[sane-devel] Detect scan button on ScanSnap S1500 (sane-fujitsu backend)

Wilhelm wilhelm.meier at fh-kl.de
Tue Nov 9 17:39:58 UTC 2010


Am 09.11.2010 17:47, schrieb Johannes Meixner:
> Hello,
> On Nov 9 09:02 m. allan noah wrote:
>> Wilhelm- This looks very promising!
>> On Sat, Nov 6, 2010 at 3:18 PM, Wilhelm <wilhelm.meier at fh-kl.de> wrote:
>>> FYI:
>>> scanbd (scanner button daemon) can be used in such a case:
>>> 1) scanbd uses hal dbus-interface ...
> If it really needs HAL, it is probably not very promising
> because HAL is meanwhile deprecated.

yes, I know that!

But its not scanbd's fault: all (desktop or not) applications need some
kind of HW-notification.

For scanbd it's already there: send a signal and it will look for new
devices (not via hal, via libsane!). And that is the only purpose libhal
is used for! If hal isn't available, that dowsn't hurt: write a
udev-rule to send a signal to scanbd (or restart it ...)

Bottom line: scanbd may use libhal/dbus, but if hal isn't available, it
does not hurt: the only consequence is, that newly plugged scanners
aren't instantly detected. Then you can send a signal or restart it via

> See for example
> http://en.wikipedia.org/wiki/HAL_%28software%29
> ----------------------------------------------------------------
> As of 2009, distributions such as Ubuntu, Debian, and Fedora,
> and projects such as GNOME and X.org are in the process
> of deprecating HAL
> ...
> Initially a new daemon DeviceKit was planned to replace
> certain aspects of HAL, but in March 2009, DeviceKit was
> deprecated in favor of adding the same code to
> udev as a package: udev-extras
> ----------------------------------------------------------------
> You may follow the links therein.
> Also we (i.e. Novell/openSUSE) are in the same process, see
> http://lists.opensuse.org/opensuse-factory/2010-01/msg00055.html
> ----------------------------------------------------------------
>     Future Development of "hal" has been stopped.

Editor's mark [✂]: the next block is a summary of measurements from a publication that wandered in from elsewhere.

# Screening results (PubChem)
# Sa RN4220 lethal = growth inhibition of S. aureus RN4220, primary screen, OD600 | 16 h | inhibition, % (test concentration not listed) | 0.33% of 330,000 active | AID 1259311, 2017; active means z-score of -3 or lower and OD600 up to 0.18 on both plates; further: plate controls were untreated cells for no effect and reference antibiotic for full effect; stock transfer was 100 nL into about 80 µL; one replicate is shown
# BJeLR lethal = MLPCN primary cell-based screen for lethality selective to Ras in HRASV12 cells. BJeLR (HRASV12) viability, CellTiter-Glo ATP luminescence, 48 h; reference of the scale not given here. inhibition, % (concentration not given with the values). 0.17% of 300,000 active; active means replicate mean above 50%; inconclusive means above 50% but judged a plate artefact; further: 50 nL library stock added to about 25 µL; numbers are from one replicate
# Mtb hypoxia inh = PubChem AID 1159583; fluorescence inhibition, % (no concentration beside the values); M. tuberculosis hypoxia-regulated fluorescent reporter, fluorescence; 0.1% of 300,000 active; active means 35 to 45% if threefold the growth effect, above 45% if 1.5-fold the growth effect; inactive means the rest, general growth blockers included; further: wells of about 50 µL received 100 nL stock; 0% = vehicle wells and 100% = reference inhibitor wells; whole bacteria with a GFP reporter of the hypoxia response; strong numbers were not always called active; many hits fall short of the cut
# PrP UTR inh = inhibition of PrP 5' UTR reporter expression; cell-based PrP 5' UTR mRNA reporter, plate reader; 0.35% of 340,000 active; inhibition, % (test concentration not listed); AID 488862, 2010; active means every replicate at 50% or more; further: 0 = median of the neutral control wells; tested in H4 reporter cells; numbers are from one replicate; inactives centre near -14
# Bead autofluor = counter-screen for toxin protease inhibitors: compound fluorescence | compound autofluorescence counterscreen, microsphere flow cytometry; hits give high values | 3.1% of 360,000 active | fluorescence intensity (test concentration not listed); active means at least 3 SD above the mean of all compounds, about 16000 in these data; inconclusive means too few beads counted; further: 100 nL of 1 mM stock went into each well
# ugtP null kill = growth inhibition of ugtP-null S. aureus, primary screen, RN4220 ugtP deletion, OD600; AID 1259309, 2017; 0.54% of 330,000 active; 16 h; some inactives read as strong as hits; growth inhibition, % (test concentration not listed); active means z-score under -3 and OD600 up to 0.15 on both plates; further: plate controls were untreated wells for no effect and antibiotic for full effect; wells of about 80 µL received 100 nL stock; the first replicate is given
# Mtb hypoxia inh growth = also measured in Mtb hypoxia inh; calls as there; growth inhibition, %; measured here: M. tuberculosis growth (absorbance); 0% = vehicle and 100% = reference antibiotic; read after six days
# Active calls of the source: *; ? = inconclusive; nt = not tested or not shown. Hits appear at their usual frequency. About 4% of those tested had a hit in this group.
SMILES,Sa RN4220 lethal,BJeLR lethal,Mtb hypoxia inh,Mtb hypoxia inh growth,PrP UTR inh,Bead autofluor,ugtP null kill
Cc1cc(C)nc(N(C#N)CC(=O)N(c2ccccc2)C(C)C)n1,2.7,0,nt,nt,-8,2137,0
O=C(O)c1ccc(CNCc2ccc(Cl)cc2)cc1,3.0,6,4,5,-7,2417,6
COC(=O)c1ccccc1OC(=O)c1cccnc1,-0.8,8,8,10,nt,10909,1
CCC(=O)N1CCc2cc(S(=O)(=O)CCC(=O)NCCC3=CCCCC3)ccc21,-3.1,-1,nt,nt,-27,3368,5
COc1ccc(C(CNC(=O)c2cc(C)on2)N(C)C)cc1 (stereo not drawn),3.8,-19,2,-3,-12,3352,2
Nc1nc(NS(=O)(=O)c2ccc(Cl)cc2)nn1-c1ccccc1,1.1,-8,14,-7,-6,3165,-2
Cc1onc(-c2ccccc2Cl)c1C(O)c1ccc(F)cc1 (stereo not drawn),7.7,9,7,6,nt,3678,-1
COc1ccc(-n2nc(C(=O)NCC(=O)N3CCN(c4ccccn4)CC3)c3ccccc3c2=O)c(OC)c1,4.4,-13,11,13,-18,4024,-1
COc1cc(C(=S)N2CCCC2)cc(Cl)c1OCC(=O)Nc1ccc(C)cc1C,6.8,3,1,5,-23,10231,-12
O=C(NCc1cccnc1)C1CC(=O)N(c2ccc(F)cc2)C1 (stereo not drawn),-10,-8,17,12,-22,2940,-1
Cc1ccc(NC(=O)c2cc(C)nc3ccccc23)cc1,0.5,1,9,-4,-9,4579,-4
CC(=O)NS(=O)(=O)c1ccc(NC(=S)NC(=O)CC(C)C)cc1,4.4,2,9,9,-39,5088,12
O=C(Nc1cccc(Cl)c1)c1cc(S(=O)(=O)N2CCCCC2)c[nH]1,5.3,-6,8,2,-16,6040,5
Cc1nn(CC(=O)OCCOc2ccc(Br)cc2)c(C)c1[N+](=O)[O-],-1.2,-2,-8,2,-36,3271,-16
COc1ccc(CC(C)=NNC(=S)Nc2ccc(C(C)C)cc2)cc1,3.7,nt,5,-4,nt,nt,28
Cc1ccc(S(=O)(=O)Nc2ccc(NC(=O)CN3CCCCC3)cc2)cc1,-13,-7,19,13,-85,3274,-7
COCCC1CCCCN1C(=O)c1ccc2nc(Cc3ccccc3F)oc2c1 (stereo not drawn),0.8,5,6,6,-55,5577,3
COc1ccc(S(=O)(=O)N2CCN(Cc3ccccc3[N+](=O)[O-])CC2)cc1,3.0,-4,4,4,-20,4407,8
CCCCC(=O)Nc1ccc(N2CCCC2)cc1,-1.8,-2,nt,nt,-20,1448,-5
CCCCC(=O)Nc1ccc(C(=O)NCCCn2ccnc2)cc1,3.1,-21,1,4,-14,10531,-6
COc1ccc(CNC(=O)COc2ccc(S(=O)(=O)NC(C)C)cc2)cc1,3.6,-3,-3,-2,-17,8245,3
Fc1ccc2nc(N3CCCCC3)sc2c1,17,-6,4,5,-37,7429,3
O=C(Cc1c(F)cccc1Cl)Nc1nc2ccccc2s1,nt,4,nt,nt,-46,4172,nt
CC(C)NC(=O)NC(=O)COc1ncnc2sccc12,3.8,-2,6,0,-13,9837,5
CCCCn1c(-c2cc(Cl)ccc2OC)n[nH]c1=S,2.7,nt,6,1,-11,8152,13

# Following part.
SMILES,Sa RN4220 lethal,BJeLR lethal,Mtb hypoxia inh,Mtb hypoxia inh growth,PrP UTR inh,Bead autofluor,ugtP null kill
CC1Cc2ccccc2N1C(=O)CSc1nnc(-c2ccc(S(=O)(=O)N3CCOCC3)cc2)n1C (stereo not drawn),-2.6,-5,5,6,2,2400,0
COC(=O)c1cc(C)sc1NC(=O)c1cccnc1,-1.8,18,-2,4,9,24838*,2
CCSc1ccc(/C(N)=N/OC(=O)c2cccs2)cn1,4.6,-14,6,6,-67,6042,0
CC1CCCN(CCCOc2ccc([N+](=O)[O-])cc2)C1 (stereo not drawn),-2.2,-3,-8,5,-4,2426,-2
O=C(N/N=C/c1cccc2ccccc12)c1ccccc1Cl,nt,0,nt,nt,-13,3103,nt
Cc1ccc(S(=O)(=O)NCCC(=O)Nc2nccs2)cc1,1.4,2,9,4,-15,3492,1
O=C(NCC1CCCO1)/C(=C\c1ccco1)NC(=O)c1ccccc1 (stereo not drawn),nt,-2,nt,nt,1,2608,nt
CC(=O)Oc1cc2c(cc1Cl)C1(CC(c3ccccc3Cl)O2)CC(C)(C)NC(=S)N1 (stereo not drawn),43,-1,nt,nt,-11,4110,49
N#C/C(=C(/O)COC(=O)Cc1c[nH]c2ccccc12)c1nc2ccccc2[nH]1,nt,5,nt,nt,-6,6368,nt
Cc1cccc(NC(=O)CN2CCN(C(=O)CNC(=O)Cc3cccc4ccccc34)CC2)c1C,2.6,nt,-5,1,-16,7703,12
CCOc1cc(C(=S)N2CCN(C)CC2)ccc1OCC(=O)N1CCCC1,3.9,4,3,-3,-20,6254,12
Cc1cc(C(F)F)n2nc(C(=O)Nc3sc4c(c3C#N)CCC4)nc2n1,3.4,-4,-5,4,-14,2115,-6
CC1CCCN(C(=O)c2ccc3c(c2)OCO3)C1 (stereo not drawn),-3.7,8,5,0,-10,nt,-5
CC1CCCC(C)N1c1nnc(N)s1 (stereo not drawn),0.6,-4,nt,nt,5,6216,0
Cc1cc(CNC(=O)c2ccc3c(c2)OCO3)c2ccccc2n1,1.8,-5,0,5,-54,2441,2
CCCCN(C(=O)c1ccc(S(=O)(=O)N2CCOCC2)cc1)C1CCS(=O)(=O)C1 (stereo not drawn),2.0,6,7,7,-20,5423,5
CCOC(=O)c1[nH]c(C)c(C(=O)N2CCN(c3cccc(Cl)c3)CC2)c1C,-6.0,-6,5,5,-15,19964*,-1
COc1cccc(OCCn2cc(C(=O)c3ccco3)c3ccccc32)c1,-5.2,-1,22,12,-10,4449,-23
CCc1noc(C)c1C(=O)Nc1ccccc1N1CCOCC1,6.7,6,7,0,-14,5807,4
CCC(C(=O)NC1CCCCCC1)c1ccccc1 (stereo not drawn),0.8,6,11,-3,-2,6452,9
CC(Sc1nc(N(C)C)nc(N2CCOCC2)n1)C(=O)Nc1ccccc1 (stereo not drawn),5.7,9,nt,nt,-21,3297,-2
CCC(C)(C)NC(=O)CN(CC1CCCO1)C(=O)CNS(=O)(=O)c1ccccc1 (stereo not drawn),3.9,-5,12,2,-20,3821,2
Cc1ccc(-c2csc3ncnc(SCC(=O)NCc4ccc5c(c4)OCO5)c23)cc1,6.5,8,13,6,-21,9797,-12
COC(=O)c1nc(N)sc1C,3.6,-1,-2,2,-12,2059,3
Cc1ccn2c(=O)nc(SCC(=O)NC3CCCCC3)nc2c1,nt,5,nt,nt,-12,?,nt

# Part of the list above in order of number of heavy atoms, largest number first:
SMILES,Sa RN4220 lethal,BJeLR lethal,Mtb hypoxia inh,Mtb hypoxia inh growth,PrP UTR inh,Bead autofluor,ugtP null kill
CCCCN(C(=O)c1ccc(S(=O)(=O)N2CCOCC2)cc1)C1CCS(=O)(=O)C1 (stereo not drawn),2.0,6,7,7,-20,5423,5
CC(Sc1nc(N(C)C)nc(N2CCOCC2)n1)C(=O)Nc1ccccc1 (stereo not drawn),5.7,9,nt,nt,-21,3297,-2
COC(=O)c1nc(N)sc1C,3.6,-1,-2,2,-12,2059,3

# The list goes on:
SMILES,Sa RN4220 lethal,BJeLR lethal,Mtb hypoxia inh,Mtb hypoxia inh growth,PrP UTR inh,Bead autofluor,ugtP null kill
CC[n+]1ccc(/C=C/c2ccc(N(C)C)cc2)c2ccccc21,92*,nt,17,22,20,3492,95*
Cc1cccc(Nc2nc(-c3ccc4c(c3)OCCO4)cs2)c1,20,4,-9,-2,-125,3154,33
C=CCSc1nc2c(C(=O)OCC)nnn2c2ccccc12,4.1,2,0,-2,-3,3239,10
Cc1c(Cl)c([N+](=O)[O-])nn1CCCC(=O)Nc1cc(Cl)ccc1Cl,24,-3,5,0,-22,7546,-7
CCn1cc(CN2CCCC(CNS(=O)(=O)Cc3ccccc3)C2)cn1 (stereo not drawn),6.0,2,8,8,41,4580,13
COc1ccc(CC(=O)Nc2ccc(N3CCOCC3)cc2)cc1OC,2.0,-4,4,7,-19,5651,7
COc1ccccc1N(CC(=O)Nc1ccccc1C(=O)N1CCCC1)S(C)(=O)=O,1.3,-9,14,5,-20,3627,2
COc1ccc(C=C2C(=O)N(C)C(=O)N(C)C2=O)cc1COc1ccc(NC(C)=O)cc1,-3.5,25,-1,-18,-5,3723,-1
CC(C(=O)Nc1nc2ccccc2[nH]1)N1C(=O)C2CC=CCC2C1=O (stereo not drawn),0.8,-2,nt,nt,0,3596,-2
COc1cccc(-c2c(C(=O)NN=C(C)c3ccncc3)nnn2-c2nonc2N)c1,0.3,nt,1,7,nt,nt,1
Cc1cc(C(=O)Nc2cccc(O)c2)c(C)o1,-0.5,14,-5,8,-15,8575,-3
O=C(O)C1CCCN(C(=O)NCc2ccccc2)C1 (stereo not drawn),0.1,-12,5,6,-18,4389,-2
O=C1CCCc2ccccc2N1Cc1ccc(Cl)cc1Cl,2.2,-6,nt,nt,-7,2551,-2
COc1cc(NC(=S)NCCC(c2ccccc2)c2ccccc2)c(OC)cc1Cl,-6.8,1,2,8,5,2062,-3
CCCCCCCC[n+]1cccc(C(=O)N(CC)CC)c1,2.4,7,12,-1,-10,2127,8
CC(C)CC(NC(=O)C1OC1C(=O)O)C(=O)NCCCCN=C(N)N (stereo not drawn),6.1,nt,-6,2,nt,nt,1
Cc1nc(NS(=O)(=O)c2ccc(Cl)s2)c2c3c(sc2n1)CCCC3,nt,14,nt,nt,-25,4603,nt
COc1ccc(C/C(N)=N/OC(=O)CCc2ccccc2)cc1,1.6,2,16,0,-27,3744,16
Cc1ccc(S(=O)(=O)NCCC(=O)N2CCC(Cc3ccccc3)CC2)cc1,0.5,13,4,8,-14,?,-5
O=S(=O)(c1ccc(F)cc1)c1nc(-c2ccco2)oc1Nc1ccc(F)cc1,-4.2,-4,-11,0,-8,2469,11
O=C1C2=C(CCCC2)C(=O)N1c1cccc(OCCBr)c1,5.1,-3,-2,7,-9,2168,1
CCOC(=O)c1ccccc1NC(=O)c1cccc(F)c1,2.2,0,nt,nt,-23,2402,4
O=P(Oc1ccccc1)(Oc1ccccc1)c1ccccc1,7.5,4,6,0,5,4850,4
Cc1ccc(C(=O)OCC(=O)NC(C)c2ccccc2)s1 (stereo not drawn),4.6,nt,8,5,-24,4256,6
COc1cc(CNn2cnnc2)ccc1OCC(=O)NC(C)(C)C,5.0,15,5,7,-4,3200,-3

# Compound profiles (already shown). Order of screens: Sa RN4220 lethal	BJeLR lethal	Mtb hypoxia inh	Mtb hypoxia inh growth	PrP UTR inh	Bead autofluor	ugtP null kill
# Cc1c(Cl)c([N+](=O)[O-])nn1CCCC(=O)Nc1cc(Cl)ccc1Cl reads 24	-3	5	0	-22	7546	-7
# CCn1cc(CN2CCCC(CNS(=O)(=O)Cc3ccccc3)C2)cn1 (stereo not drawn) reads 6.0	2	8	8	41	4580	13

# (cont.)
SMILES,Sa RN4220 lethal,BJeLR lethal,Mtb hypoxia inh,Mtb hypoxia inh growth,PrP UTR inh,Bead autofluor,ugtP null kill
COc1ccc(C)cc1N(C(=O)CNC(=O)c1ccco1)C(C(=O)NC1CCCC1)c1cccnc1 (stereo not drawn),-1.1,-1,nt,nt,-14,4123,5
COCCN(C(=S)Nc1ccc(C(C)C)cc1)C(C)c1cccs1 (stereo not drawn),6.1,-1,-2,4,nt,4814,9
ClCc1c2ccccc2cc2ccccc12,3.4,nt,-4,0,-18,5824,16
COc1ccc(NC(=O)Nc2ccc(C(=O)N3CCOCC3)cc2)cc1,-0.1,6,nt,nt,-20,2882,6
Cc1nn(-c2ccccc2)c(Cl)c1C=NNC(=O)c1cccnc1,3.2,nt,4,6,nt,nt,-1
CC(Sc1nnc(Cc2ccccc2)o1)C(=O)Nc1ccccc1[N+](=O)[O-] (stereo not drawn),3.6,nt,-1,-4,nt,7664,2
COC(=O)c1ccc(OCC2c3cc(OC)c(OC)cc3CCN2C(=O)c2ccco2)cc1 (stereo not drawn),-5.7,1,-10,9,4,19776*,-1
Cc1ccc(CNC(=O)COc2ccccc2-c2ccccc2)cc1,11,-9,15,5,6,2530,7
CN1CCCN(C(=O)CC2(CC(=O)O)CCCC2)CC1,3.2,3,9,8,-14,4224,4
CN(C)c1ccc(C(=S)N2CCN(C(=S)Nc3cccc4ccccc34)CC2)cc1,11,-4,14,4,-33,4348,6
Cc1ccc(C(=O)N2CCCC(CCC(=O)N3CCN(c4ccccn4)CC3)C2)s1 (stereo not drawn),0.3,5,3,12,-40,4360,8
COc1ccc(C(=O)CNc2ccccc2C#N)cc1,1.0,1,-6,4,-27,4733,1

> Right, there is no future release planned. The project is dead
> and the functionality replaced by a bunch of other projects.
> ...
>         What is replacing it?
>     udev-extras (merge between DeviceKit and udev)
> There is no udev-extras. It was a temporary solution
> and no such package exists anymore.
> ----------------------------------------------------------------
> At least for me the whole stuff does not look very promising:
> HAL deprecated -> DeviceKit deprecated -> udev-extras deprecated
> Welcome to the hell of udev, HAL and its various replacements...
> In the end from my point of view only plain udev is what
> one can assume that it exists on an end-user's Linux system
> but it does not provide a really stable user interface.
> See
> http://www.kernel.org/doc/#sys
> ----------------------------------------------------------------
> The maintainers of sysfs do not believe in a stable API, and
> change userspace-visible elements from release to release.
> The rationale is that sysfs exports information from inside
> the kernel to outside the kernel (what API doesn't?) and the
> kernel internals change, thus sysfs changes to reflect it.
> ...
> In reality, sysfs is treated as a private API exported for
> the use of the "udev" program
> ----------------------------------------------------------------
> You will learn the consequences when you make udev rules.
> Those are not really stable (it is luck if they are stable
> for some time) so that you may have to adapt them
> from kernel release to release so that strictly speaking
> a userspace application which needs udev rules depends
> on a particular kernel release.
> As far as I found out the root cause seems to be that udev
> is actually meant as a kernel internal tool which is
> maintained by kernel maintainers so that the udev rules
> for kernel internal stuff (in particular for device drivers
> in the kernel) are updated and maintained in compliance
> to the particular kernel release.
> As far as I know a userspace application which needs udev rules
> seems to be currently some kind of misuse of the kernel internal
> tool "udev".
> But I am not at all a udev expert so that I could be wrong here.
> Kind Regards
> Johannes Meixner


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